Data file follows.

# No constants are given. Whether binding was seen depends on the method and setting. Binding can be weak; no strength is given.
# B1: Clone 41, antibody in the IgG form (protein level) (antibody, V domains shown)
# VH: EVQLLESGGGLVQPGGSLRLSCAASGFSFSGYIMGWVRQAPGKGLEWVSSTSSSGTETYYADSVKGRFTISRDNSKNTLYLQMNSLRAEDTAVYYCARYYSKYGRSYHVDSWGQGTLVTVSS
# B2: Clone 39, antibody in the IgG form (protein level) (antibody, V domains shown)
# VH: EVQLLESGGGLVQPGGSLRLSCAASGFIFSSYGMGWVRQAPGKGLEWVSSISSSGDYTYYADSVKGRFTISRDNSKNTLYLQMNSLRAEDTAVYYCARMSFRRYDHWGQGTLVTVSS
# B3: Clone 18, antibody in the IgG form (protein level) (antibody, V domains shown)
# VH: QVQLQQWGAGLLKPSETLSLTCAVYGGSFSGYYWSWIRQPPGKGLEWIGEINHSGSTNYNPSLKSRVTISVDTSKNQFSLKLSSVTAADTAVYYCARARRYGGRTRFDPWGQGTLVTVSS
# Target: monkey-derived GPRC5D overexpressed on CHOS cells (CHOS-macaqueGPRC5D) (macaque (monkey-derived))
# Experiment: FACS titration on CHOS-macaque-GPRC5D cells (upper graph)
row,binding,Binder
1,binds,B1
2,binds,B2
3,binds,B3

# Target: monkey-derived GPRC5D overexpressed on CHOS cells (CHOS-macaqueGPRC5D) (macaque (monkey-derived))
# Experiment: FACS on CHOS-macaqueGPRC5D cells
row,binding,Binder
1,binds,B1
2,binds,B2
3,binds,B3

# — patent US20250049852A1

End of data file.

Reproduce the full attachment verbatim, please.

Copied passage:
# No constants are given. Whether binding was seen depends on the method and setting. Binding can be weak; no strength is given.
# B1: Clone 41, antibody in the IgG form (protein level) (antibody, V domains shown)
# VH: EVQLLESGGGLVQPGGSLRLSCAASGFSFSGYIMGWVRQAPGKGLEWVSSTSSSGTETYYADSVKGRFTISRDNSKNTLYLQMNSLRAEDTAVYYCARYYSKYGRSYHVDSWGQGTLVTVSS
# B2: Clone 39, antibody in the IgG form (protein level) (antibody, V domains shown)
# VH: EVQLLESGGGLVQPGGSLRLSCAASGFIFSSYGMGWVRQAPGKGLEWVSSISSSGDYTYYADSVKGRFTISRDNSKNTLYLQMNSLRAEDTAVYYCARMSFRRYDHWGQGTLVTVSS
# B3: Clone 18, antibody in the IgG form (protein level) (antibody, V domains shown)
# VH: QVQLQQWGAGLLKPSETLSLTCAVYGGSFSGYYWSWIRQPPGKGLEWIGEINHSGSTNYNPSLKSRVTISVDTSKNQFSLKLSSVTAADTAVYYCARARRYGGRTRFDPWGQGTLVTVSS
# Target: monkey-derived GPRC5D overexpressed on CHOS cells (CHOS-macaqueGPRC5D) (macaque (monkey-derived))
# Experiment: FACS titration on CHOS-macaque-GPRC5D cells (upper graph)
row,binding,Binder
1,binds,B1
2,binds,B2
3,binds,B3

# Target: monkey-derived GPRC5D overexpressed on CHOS cells (CHOS-macaqueGPRC5D) (macaque (monkey-derived))
# Experiment: FACS on CHOS-macaqueGPRC5D cells
row,binding,Binder
1,binds,B1
2,binds,B2
3,binds,B3

# — patent US20250049852A1